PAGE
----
The town of Jan Juc is located just 100 kilometres south west from Melbourne and 26 kilometres south of Geelong. It is situated on a stretch of highway called the Great Ocean Road that follows the coastline from Torquay and extends west to Warrnambool. The region known as Great Ocean Road encompasses Geelong and the Bellarine Peninsula that is east of Torquay.
Jan Juc lies between Torquay and Bells Beach and the main road through Jan Juc is Sunset strip which diverts you to the township from the Great Ocean Road. You can drive to Bells Beach without reconnecting with the Great Ocean Road.
The closest city to Jan Juc is Anglesea which is 16 kilometres away and the closest airport is Avalon that is just 37 kilometres away.
The scenery along this road, apart from Australia's best surfing beaches, includes some of the most spectacular cliffs and rock formations that have been weathered and carved by the southern ocean and the winds that cross Bass Strait.
Located on Victoria's southern coastline, Jan Juc is just south of Torquay and is slightly more exposed than Torquay beach. Stretching for 1.2 kilometeres between Bird Point and Rocky Point, the waves reach approximately 1.4 metres. It is patrolled by a surf life saving club that monitors conditions and erects flags to show swimmers the safest place to swim.
Limestone cliffs reaching 20 metres high back the narrower southern half of the beach while the rest is backed by low bluffs that are partially covered by sand dunes.
The combination of fine sand and waves has produced a single sand bar that is cut by 3 to 4 rips. Each end of the beach, close to the rocks has a permanent rip.
The conditions here are suitable for experienced surf swimmers and surfers. Just stay between the flags where the conditions are better for beach goers.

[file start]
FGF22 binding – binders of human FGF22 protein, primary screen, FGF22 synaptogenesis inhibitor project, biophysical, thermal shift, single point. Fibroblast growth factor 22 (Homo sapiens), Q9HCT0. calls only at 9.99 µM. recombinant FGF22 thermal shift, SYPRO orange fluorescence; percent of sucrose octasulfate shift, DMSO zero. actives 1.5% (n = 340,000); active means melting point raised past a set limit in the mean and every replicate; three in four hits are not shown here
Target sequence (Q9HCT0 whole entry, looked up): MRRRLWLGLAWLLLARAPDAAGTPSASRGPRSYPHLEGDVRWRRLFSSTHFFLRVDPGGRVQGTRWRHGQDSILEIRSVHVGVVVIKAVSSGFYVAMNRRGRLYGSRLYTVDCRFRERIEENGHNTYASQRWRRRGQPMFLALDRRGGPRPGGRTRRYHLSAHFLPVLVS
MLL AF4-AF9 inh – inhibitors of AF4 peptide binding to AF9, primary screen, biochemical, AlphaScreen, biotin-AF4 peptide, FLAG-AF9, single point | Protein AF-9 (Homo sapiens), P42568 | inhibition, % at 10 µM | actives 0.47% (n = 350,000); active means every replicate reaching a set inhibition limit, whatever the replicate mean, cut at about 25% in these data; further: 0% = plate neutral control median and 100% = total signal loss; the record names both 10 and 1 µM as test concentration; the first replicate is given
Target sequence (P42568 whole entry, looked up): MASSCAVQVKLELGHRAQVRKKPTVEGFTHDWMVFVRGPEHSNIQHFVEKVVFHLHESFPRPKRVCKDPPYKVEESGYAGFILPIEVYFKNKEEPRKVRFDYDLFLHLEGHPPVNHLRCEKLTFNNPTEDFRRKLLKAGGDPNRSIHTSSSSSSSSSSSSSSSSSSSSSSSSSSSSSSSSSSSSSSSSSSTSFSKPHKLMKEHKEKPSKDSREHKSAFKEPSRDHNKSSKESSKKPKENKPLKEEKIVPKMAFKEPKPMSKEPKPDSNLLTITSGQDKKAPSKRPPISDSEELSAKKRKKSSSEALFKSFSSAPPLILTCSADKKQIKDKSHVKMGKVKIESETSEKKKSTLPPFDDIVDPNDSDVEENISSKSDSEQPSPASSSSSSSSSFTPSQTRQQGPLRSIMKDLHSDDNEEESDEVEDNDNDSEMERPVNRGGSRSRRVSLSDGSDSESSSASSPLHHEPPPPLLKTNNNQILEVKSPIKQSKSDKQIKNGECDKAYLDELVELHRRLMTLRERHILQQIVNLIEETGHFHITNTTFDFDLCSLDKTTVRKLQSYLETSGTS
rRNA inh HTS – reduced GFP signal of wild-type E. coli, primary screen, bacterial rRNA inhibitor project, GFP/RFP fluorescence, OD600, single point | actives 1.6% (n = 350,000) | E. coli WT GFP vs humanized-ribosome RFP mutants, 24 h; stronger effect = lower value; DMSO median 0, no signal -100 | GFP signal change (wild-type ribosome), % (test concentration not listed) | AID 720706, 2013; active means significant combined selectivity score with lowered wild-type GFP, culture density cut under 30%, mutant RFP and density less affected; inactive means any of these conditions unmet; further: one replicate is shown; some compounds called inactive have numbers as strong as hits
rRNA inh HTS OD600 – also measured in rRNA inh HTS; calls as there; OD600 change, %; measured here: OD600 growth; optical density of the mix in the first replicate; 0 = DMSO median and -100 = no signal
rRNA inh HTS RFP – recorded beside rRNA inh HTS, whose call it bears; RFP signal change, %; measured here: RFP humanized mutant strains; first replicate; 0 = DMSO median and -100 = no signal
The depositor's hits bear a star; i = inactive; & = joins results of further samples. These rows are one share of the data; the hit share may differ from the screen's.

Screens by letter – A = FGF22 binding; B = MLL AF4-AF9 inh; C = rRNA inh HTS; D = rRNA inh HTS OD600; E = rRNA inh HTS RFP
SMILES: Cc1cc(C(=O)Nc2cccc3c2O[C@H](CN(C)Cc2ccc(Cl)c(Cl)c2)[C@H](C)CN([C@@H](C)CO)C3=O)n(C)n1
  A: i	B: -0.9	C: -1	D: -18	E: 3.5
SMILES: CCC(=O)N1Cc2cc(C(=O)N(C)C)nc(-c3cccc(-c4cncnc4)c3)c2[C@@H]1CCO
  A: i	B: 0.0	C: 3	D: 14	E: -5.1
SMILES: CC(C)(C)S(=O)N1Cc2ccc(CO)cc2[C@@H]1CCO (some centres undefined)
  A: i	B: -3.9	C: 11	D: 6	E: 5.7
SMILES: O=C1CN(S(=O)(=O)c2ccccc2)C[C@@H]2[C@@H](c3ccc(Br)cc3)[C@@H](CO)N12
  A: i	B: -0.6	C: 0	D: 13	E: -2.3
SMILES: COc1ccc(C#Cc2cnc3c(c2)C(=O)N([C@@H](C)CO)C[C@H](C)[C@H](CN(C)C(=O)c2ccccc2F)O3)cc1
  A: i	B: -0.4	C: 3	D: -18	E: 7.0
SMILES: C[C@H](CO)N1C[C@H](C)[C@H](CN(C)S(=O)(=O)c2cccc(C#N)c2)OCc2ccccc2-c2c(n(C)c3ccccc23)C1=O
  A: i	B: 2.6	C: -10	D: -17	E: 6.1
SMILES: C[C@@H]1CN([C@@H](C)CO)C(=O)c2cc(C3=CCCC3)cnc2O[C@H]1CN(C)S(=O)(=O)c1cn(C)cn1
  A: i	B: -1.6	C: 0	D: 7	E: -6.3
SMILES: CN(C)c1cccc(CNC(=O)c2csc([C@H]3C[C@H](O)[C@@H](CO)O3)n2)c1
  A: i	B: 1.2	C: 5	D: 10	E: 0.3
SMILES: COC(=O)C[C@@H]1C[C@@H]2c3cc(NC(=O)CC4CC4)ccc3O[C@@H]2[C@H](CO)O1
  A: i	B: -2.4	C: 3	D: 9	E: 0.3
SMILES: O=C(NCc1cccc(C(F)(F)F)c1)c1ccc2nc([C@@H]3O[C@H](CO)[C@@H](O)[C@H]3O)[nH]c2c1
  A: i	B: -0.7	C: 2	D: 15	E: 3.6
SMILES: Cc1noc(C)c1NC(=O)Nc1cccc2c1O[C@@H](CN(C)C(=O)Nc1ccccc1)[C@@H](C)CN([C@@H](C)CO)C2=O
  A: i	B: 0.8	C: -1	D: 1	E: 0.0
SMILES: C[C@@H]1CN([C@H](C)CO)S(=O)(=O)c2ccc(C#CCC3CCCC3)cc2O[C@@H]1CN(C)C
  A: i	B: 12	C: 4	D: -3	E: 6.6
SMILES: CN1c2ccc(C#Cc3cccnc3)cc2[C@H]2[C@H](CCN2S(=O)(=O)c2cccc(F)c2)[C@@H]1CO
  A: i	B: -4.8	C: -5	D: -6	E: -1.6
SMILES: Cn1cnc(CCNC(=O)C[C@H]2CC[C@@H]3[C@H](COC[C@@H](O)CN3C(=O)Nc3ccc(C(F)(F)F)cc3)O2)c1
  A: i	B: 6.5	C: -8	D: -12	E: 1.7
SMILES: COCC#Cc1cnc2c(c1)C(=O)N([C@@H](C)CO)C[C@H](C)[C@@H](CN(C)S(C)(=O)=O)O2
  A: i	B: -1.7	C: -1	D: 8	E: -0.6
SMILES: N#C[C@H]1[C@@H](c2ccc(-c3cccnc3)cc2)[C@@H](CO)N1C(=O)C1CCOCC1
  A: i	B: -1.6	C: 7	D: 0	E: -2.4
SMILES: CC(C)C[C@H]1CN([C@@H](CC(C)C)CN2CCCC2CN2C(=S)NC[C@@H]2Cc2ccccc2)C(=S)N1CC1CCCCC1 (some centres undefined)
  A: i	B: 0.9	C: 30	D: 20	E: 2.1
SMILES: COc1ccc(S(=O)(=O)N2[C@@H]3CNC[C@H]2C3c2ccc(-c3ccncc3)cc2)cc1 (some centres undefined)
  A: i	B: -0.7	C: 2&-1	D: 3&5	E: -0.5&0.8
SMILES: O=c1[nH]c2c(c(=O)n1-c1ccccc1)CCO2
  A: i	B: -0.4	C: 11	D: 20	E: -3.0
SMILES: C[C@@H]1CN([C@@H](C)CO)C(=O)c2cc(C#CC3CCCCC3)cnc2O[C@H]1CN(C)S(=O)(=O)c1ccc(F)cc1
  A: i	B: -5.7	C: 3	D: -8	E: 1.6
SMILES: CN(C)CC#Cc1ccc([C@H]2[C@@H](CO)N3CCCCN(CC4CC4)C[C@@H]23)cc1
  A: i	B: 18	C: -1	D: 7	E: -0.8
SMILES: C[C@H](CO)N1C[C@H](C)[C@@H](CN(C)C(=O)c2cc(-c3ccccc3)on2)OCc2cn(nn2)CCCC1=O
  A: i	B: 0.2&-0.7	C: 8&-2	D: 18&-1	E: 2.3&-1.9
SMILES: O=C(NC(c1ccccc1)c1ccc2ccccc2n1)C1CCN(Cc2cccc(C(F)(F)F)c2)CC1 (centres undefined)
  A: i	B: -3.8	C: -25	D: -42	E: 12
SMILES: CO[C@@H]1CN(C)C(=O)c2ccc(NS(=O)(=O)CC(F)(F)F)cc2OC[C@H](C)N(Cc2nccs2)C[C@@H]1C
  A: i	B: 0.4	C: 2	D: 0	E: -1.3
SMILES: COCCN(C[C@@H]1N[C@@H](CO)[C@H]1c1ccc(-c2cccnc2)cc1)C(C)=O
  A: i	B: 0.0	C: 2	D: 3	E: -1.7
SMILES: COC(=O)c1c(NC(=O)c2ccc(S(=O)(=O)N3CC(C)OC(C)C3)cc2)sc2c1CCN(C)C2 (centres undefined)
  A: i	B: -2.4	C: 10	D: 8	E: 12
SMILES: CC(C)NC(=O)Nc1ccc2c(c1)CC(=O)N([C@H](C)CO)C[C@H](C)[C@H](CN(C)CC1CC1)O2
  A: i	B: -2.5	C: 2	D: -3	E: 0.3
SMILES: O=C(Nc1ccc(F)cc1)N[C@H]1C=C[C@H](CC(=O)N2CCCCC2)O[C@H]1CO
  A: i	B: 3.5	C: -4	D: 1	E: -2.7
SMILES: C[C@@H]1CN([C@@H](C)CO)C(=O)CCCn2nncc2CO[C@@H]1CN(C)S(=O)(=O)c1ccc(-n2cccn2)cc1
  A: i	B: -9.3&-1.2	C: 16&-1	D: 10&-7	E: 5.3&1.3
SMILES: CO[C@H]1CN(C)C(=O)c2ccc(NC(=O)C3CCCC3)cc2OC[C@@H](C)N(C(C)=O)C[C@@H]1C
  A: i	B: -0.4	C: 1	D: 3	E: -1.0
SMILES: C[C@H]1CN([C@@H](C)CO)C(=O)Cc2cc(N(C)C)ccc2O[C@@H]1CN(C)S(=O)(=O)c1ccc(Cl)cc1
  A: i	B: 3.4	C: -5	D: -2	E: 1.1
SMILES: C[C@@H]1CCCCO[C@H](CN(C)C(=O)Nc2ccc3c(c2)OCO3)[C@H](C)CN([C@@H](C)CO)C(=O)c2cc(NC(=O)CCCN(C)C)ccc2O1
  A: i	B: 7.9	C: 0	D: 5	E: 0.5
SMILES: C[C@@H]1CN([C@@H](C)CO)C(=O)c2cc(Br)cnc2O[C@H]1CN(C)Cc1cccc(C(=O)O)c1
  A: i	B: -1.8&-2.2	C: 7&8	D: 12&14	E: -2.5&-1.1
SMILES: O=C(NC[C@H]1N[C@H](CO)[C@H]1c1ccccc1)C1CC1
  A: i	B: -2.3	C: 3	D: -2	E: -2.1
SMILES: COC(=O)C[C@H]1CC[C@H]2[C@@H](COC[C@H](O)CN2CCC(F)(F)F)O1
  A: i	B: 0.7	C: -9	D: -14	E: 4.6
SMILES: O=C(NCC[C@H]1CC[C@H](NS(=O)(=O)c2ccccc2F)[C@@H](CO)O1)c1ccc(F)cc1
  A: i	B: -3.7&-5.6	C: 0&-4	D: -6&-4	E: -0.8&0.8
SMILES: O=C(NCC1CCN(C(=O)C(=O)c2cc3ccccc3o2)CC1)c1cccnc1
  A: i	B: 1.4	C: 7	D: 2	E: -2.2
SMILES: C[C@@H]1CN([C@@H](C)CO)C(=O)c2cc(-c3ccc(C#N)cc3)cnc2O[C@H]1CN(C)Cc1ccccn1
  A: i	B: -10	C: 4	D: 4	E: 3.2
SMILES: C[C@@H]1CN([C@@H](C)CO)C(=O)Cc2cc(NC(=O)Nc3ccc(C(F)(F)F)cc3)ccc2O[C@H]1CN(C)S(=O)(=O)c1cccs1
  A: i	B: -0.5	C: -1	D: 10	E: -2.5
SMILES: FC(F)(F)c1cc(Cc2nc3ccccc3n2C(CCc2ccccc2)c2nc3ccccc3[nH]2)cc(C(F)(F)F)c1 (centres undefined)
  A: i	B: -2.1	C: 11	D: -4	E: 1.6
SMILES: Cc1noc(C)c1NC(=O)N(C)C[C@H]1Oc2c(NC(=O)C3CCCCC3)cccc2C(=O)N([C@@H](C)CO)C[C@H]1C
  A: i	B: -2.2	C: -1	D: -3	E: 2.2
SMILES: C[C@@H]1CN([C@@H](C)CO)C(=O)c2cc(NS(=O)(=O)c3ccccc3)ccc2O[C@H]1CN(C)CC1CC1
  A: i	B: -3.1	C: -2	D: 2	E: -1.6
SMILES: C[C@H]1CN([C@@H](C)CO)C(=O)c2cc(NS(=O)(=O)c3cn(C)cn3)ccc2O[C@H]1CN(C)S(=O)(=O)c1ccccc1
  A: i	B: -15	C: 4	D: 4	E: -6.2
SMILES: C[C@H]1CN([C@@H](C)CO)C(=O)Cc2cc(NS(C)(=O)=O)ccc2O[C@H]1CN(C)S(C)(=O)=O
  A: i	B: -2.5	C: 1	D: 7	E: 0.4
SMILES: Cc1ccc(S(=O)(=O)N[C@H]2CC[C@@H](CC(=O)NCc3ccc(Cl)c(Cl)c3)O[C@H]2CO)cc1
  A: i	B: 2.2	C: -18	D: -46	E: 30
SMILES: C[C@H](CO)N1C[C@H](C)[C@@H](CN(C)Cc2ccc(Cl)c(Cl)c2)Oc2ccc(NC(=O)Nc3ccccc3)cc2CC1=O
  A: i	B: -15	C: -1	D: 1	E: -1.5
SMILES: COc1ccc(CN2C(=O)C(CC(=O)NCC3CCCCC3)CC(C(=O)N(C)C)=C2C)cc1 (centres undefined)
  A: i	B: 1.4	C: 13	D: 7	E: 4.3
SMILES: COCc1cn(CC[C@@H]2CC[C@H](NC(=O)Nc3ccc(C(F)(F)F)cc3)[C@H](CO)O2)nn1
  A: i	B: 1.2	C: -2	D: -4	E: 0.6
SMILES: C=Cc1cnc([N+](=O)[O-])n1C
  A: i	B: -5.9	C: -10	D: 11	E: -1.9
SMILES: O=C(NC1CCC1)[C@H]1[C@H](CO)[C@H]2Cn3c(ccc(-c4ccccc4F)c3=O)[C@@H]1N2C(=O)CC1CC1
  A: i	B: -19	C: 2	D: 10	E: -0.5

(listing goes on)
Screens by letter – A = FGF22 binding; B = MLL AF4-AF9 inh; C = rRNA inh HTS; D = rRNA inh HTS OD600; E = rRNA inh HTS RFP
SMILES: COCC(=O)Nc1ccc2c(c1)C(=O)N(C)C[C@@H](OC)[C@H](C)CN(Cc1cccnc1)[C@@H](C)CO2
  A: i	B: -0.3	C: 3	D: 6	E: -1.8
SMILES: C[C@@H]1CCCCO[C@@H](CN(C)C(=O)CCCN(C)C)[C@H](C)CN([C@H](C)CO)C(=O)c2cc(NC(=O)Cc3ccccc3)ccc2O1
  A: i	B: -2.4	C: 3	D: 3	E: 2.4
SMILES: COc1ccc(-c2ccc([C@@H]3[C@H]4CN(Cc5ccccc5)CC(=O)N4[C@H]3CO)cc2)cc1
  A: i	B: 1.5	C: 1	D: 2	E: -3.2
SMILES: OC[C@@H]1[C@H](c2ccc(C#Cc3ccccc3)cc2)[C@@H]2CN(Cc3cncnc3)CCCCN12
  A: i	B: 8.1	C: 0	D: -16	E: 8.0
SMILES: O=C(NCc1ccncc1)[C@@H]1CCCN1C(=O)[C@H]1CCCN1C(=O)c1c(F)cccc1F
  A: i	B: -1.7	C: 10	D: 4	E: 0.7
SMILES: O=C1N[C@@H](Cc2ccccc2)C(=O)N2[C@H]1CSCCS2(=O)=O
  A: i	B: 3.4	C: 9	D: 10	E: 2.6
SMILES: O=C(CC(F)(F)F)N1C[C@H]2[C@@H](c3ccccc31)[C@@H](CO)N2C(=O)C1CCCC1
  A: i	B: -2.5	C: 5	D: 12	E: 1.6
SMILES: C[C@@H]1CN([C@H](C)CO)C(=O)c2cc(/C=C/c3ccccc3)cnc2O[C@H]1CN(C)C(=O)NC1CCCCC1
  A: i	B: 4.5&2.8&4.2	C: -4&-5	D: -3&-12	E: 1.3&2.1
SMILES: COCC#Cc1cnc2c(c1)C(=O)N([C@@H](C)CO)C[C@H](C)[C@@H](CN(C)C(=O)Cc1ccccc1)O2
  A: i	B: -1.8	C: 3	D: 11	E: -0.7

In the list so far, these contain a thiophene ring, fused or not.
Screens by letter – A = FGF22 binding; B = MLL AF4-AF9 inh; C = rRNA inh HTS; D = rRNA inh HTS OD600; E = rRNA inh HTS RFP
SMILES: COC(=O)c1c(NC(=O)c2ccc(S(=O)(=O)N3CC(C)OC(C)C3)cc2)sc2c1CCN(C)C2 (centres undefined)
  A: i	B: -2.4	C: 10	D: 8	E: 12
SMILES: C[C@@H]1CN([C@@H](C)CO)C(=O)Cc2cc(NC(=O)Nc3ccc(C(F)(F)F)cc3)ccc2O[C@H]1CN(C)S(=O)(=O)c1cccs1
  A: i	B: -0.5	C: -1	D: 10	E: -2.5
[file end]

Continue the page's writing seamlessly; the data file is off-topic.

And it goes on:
Many people come to Jan Juc to escape the summer crowds that converge on Torquay beach. There is a sealed parking area for 100 cars, toilets and showers and power for those who need it. There is also mobile phone reception at the beach.
The beach is classified as a hazardous 7 due to its constant rips, sharks, as in all southern beaches, shallow sand bars strong wind, beach erosion and underwater rocks.
The town of Jan Juc has a population of around 3160 and has been immortalised in the name of a fossil found there at the end of the 1990s. A young surfer, Staumn Hunder, found the fossil in a boulder that he and his father then transported to Monash University. The fossil was studied by Erich Fitzgerald and found to be that of a baleen whale that was the size of a dolphin and smaller than any baleen whales alive today. The fossil is named Janjucetus hunderi after the location and the surfer. So far it has been the only remains found and comprises a skull that is almost complete, ribs, vertebrae, radius and scapula.